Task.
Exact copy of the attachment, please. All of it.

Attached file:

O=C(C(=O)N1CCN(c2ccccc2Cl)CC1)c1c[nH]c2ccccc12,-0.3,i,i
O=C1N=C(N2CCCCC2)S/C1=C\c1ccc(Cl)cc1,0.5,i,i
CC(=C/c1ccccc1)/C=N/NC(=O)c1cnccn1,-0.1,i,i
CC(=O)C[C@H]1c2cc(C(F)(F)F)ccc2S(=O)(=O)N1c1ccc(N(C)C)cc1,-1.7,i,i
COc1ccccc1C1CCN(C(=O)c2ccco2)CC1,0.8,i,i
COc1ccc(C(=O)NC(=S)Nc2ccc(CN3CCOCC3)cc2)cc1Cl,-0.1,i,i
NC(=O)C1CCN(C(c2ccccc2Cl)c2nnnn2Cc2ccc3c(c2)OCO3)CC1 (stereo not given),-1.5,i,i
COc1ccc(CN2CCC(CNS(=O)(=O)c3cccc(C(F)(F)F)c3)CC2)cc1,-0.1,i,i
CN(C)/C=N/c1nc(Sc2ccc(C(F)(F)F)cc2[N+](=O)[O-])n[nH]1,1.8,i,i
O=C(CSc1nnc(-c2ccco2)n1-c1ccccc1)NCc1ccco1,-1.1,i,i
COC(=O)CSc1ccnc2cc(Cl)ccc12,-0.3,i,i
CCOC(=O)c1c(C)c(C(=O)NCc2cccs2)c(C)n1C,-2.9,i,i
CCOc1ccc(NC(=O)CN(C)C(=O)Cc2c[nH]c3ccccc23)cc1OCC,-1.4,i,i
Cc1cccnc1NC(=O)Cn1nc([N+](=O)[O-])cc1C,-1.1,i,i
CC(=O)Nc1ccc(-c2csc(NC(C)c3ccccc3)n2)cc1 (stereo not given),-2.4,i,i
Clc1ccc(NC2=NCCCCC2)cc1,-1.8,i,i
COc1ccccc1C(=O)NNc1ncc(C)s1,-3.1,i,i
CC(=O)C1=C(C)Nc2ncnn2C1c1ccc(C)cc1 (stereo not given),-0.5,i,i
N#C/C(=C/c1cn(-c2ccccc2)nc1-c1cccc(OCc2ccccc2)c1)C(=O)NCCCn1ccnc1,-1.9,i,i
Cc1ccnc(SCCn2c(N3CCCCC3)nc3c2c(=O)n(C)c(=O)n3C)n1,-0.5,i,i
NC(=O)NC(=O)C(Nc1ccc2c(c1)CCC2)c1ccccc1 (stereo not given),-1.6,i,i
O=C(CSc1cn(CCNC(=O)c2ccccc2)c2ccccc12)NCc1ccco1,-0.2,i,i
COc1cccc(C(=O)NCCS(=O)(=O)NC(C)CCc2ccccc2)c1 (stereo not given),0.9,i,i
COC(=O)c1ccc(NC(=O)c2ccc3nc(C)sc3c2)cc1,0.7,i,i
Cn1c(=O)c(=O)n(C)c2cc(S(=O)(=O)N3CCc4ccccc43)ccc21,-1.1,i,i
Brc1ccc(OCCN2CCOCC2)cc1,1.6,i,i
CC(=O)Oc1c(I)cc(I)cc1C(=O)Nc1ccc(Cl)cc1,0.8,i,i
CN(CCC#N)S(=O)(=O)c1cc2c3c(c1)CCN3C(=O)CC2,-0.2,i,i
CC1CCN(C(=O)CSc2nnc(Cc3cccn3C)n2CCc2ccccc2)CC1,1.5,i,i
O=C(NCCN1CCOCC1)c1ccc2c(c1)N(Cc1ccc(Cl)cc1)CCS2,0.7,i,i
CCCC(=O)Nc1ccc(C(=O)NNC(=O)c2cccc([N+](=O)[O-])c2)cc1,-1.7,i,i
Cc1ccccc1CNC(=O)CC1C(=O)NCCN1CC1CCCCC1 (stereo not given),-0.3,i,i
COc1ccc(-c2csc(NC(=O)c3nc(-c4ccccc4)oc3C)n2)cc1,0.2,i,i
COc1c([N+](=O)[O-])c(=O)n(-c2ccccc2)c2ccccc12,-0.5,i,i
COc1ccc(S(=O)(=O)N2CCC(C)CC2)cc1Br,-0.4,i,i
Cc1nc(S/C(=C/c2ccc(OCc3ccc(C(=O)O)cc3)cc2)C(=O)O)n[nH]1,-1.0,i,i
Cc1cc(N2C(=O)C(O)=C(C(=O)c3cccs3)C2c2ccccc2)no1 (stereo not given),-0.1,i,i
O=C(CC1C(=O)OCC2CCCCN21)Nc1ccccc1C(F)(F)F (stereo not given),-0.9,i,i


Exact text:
O=C(C(=O)N1CCN(c2ccccc2Cl)CC1)c1c[nH]c2ccccc12,-0.3,i,i
O=C1N=C(N2CCCCC2)S/C1=C\c1ccc(Cl)cc1,0.5,i,i
CC(=C/c1ccccc1)/C=N/NC(=O)c1cnccn1,-0.1,i,i
CC(=O)C[C@H]1c2cc(C(F)(F)F)ccc2S(=O)(=O)N1c1ccc(N(C)C)cc1,-1.7,i,i
COc1ccccc1C1CCN(C(=O)c2ccco2)CC1,0.8,i,i
COc1ccc(C(=O)NC(=S)Nc2ccc(CN3CCOCC3)cc2)cc1Cl,-0.1,i,i
NC(=O)C1CCN(C(c2ccccc2Cl)c2nnnn2Cc2ccc3c(c2)OCO3)CC1 (stereo not given),-1.5,i,i
COc1ccc(CN2CCC(CNS(=O)(=O)c3cccc(C(F)(F)F)c3)CC2)cc1,-0.1,i,i
CN(C)/C=N/c1nc(Sc2ccc(C(F)(F)F)cc2[N+](=O)[O-])n[nH]1,1.8,i,i
O=C(CSc1nnc(-c2ccco2)n1-c1ccccc1)NCc1ccco1,-1.1,i,i
COC(=O)CSc1ccnc2cc(Cl)ccc12,-0.3,i,i
CCOC(=O)c1c(C)c(C(=O)NCc2cccs2)c(C)n1C,-2.9,i,i
CCOc1ccc(NC(=O)CN(C)C(=O)Cc2c[nH]c3ccccc23)cc1OCC,-1.4,i,i
Cc1cccnc1NC(=O)Cn1nc([N+](=O)[O-])cc1C,-1.1,i,i
CC(=O)Nc1ccc(-c2csc(NC(C)c3ccccc3)n2)cc1 (stereo not given),-2.4,i,i
Clc1ccc(NC2=NCCCCC2)cc1,-1.8,i,i
COc1ccccc1C(=O)NNc1ncc(C)s1,-3.1,i,i
CC(=O)C1=C(C)Nc2ncnn2C1c1ccc(C)cc1 (stereo not given),-0.5,i,i
N#C/C(=C/c1cn(-c2ccccc2)nc1-c1cccc(OCc2ccccc2)c1)C(=O)NCCCn1ccnc1,-1.9,i,i
Cc1ccnc(SCCn2c(N3CCCCC3)nc3c2c(=O)n(C)c(=O)n3C)n1,-0.5,i,i
NC(=O)NC(=O)C(Nc1ccc2c(c1)CCC2)c1ccccc1 (stereo not given),-1.6,i,i
O=C(CSc1cn(CCNC(=O)c2ccccc2)c2ccccc12)NCc1ccco1,-0.2,i,i
COc1cccc(C(=O)NCCS(=O)(=O)NC(C)CCc2ccccc2)c1 (stereo not given),0.9,i,i
COC(=O)c1ccc(NC(=O)c2ccc3nc(C)sc3c2)cc1,0.7,i,i
Cn1c(=O)c(=O)n(C)c2cc(S(=O)(=O)N3CCc4ccccc43)ccc21,-1.1,i,i
Brc1ccc(OCCN2CCOCC2)cc1,1.6,i,i
CC(=O)Oc1c(I)cc(I)cc1C(=O)Nc1ccc(Cl)cc1,0.8,i,i
CN(CCC#N)S(=O)(=O)c1cc2c3c(c1)CCN3C(=O)CC2,-0.2,i,i
CC1CCN(C(=O)CSc2nnc(Cc3cccn3C)n2CCc2ccccc2)CC1,1.5,i,i
O=C(NCCN1CCOCC1)c1ccc2c(c1)N(Cc1ccc(Cl)cc1)CCS2,0.7,i,i
CCCC(=O)Nc1ccc(C(=O)NNC(=O)c2cccc([N+](=O)[O-])c2)cc1,-1.7,i,i
Cc1ccccc1CNC(=O)CC1C(=O)NCCN1CC1CCCCC1 (stereo not given),-0.3,i,i
COc1ccc(-c2csc(NC(=O)c3nc(-c4ccccc4)oc3C)n2)cc1,0.2,i,i
COc1c([N+](=O)[O-])c(=O)n(-c2ccccc2)c2ccccc12,-0.5,i,i
COc1ccc(S(=O)(=O)N2CCC(C)CC2)cc1Br,-0.4,i,i
Cc1nc(S/C(=C/c2ccc(OCc3ccc(C(=O)O)cc3)cc2)C(=O)O)n[nH]1,-1.0,i,i
Cc1cc(N2C(=O)C(O)=C(C(=O)c3cccs3)C2c2ccccc2)no1 (stereo not given),-0.1,i,i
O=C(CC1C(=O)OCC2CCCCN21)Nc1ccccc1C(F)(F)F (stereo not given),-0.9,i,i